Direct oral anticoagulants in patients with venous thromboembolism

Treatment with DOACs significantly reduced the number of recurrent VTE events or VTE-related deaths (OR 0.54, 95% CI 0.35–0.82). The results showed low heterogeneity (I2 0%, Pheterogeneity 0.79) (fig. 7). There was a statistical difference between DOACs and VKAs in the major or clinically relevant non-major bleeding events (OR 0.63, 95% CI 0.46–0.85, p = 0.003) (fig. 8). There was a statistically significant moderate heterogeneity in the results (I2 73%, Pheterogeneity 0.01). The results were mainly driven by the HOKUSAI-VTE study. We considered that heterogeneity might be explained by the fact that the safety outcome in AMPLIFY (2013) concerned major bleeding events only, whereas the EINSTEIN DVT (2010), EINSTEIN PE (2012) and HOKUSAI VTE (2013) defined the primary safety outcome as major and clinically relevant non-major bleeding. We saw a statistical difference when the open-label trials were excluded (OR 0.72, 95% CI 0.52–1.00); the results showed a high heterogeneity (I2 79%, Pheterogeneity 0.03).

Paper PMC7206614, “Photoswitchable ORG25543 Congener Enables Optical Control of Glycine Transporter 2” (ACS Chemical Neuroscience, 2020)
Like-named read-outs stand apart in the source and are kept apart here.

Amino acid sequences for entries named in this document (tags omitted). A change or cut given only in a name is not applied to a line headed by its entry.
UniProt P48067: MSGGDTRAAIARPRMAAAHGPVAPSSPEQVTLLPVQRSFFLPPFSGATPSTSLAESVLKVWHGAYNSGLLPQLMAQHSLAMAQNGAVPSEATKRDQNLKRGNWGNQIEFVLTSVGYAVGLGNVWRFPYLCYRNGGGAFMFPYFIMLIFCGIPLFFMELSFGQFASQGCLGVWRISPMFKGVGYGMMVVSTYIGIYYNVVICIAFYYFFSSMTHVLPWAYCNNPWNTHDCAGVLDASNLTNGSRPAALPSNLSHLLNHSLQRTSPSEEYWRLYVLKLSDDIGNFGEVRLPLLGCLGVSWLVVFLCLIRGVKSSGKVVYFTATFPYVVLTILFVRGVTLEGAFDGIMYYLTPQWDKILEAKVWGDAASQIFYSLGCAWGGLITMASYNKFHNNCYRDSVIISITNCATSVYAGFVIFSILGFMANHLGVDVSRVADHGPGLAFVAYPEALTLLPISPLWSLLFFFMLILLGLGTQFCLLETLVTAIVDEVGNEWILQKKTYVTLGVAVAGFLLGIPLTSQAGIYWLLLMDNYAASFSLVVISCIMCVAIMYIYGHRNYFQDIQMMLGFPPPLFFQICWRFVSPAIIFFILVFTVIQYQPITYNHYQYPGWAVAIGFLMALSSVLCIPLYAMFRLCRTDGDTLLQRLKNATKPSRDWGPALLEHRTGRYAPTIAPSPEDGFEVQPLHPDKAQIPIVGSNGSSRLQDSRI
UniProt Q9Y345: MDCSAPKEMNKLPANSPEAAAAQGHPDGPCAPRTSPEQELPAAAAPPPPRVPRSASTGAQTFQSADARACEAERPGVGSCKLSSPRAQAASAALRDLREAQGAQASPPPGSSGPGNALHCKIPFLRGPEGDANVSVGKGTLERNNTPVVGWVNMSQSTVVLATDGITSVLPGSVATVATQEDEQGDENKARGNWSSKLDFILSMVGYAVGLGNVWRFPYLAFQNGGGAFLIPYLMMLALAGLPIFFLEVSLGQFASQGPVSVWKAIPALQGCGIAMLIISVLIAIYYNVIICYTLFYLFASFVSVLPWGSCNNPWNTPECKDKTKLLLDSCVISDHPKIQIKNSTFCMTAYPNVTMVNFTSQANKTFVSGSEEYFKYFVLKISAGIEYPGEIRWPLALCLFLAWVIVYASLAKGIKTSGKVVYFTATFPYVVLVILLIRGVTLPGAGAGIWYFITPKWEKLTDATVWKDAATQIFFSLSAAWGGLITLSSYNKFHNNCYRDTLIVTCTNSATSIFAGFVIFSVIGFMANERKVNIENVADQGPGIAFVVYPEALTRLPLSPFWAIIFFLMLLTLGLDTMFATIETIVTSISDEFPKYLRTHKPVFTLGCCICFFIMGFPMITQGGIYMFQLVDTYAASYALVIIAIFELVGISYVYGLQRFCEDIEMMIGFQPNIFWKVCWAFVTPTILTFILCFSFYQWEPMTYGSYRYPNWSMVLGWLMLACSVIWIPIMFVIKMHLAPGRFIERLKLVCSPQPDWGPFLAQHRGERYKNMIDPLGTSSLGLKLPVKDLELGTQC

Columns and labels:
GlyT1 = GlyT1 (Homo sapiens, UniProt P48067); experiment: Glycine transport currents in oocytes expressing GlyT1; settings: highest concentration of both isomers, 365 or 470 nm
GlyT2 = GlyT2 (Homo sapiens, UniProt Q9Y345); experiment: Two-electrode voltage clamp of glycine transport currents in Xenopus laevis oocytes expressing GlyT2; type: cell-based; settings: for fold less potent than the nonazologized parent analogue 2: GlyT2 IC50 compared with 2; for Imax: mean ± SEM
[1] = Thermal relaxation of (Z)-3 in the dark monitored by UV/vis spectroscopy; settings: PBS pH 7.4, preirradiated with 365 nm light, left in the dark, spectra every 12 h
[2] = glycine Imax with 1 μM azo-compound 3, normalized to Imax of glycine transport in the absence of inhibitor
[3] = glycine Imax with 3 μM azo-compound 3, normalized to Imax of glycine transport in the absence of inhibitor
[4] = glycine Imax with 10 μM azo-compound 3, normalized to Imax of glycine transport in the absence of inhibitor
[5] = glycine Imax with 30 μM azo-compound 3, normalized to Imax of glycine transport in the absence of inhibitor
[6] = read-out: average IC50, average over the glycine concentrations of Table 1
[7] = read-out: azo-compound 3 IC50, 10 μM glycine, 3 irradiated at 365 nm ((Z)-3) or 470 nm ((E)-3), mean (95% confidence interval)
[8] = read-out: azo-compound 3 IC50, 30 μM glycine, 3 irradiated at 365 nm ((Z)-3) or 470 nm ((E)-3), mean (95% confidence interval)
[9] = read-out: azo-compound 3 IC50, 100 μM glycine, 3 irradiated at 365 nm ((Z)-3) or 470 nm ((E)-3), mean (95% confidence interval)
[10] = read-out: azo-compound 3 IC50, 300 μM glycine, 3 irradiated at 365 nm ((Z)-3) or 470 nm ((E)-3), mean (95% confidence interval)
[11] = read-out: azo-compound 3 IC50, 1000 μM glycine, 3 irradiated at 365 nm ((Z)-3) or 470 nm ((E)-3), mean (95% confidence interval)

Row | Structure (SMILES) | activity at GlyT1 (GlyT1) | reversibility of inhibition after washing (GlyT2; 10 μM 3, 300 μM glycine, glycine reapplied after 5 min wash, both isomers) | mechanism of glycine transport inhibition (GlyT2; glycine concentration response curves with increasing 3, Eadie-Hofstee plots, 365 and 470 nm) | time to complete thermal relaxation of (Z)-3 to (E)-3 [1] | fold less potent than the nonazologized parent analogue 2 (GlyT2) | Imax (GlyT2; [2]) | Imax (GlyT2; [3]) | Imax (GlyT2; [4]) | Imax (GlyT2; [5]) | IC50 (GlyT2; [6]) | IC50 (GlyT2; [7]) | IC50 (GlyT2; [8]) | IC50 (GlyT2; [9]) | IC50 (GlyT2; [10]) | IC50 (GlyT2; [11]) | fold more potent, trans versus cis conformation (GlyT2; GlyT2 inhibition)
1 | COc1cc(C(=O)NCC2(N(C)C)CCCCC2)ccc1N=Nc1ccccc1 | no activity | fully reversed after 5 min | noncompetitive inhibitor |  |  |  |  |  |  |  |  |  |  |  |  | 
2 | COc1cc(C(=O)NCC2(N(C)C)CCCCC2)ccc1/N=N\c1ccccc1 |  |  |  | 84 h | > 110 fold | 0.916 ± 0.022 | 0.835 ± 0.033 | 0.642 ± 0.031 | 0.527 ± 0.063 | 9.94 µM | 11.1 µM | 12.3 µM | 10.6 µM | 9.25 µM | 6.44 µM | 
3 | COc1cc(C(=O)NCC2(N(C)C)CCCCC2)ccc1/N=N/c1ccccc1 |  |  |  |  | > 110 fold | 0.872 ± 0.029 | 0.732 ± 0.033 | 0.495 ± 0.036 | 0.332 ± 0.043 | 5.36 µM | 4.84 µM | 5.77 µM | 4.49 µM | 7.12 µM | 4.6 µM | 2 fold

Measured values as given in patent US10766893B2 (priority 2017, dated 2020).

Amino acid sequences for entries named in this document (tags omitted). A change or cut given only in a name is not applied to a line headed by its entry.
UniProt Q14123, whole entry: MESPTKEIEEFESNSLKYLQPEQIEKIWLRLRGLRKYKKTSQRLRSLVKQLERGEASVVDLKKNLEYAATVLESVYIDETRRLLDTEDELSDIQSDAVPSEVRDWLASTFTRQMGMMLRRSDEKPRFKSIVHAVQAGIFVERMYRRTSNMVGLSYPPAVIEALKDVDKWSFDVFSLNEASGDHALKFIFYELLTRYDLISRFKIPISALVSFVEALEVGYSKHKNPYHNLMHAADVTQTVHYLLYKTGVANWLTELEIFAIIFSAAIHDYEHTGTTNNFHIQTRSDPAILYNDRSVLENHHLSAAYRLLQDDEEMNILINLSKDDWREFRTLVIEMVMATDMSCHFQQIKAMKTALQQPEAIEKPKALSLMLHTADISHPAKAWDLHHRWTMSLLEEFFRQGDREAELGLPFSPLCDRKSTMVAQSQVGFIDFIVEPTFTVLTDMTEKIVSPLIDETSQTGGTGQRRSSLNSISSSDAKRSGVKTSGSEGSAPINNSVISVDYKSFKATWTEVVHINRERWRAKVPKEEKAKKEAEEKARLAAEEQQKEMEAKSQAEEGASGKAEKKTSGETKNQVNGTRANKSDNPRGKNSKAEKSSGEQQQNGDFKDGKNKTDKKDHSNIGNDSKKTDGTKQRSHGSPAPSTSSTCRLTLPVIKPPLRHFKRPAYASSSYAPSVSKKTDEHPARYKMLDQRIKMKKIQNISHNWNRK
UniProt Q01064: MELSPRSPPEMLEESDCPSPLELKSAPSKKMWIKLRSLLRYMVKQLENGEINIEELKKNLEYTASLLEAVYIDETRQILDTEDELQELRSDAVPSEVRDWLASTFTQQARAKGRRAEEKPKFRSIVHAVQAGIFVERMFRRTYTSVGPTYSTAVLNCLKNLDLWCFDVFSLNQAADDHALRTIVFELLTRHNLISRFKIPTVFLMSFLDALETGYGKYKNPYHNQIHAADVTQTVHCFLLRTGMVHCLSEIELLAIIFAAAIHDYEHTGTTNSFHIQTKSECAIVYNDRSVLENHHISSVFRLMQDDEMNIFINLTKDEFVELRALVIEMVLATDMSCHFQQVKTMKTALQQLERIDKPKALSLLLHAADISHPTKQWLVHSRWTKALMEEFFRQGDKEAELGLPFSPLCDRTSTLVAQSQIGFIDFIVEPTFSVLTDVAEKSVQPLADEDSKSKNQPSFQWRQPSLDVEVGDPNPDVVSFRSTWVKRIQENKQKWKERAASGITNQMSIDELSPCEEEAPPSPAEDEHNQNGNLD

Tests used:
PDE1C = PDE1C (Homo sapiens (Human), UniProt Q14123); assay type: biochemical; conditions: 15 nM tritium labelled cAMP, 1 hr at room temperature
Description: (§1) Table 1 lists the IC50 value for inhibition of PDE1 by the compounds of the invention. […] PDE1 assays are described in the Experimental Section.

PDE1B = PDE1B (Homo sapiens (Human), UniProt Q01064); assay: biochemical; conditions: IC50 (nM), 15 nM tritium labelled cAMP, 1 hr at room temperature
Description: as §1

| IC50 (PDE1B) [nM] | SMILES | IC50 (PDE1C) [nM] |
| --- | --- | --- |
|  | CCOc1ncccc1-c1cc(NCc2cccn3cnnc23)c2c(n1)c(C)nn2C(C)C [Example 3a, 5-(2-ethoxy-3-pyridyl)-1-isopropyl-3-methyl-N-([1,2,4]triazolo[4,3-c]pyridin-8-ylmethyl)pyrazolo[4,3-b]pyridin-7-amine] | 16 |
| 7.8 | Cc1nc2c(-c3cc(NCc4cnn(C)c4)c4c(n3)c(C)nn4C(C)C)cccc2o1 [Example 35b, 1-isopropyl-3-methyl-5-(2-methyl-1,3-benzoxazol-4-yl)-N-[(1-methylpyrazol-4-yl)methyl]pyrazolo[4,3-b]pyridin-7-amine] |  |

Indirect comparisons of direct oral anticoagulants in the elderly

Direct oral anticoagulants in patients with atrial fibrillation

Indirect comparison of DOACs in the prevention of stroke or systemic embolism in patients aged 75 years or more with nonvalvular atrial fibrillation did not reveal any statistical difference between apixaban, rivaroxaban, and high-dose as well as low-dose dabigatran and edoxaban (supplementary fig. S1, appendix 4). Interestingly however, when major or clinically relevant non-major bleeding were considered, apixaban did show a statistically significant odds reduction compared with dabigatran 150 mg (OR 0.54, 95% CI 0.41–0.73), dabigatran 110 mg (OR 0.63, 95% CI 0.47–0.86) and rivaroxaban (OR 0.57, 95 CI 0.45–0.73). The latter was associated with higher odds ratios for bleeding compared with both edoxaban doses, although low-dose edoxaban showed the highest odds reduction (OR 0.41, 95% CI 0.32–0.53 for edoxaban 30 mg vs OR 0.71, 95% CI 0.57–0.89). Finally, both doses of dabigatran were associated with increased odds ratios for bleeding compared with apixaban (dabigatran 150 mg: OR 1.84, 95% CI 1.37–2.47; dabigatran 110 mg: OR 1.58, 95% CI 1.17–2.13), low-dose edoxaban (dabigatran 110 mg: OR 2.19, 95% CI 1.62–2.96) and high-dose edoxaban (dabigatran 150 mg: OR 1.49, 95% CI 1.13–1.96) (fig. S2, appendix 4).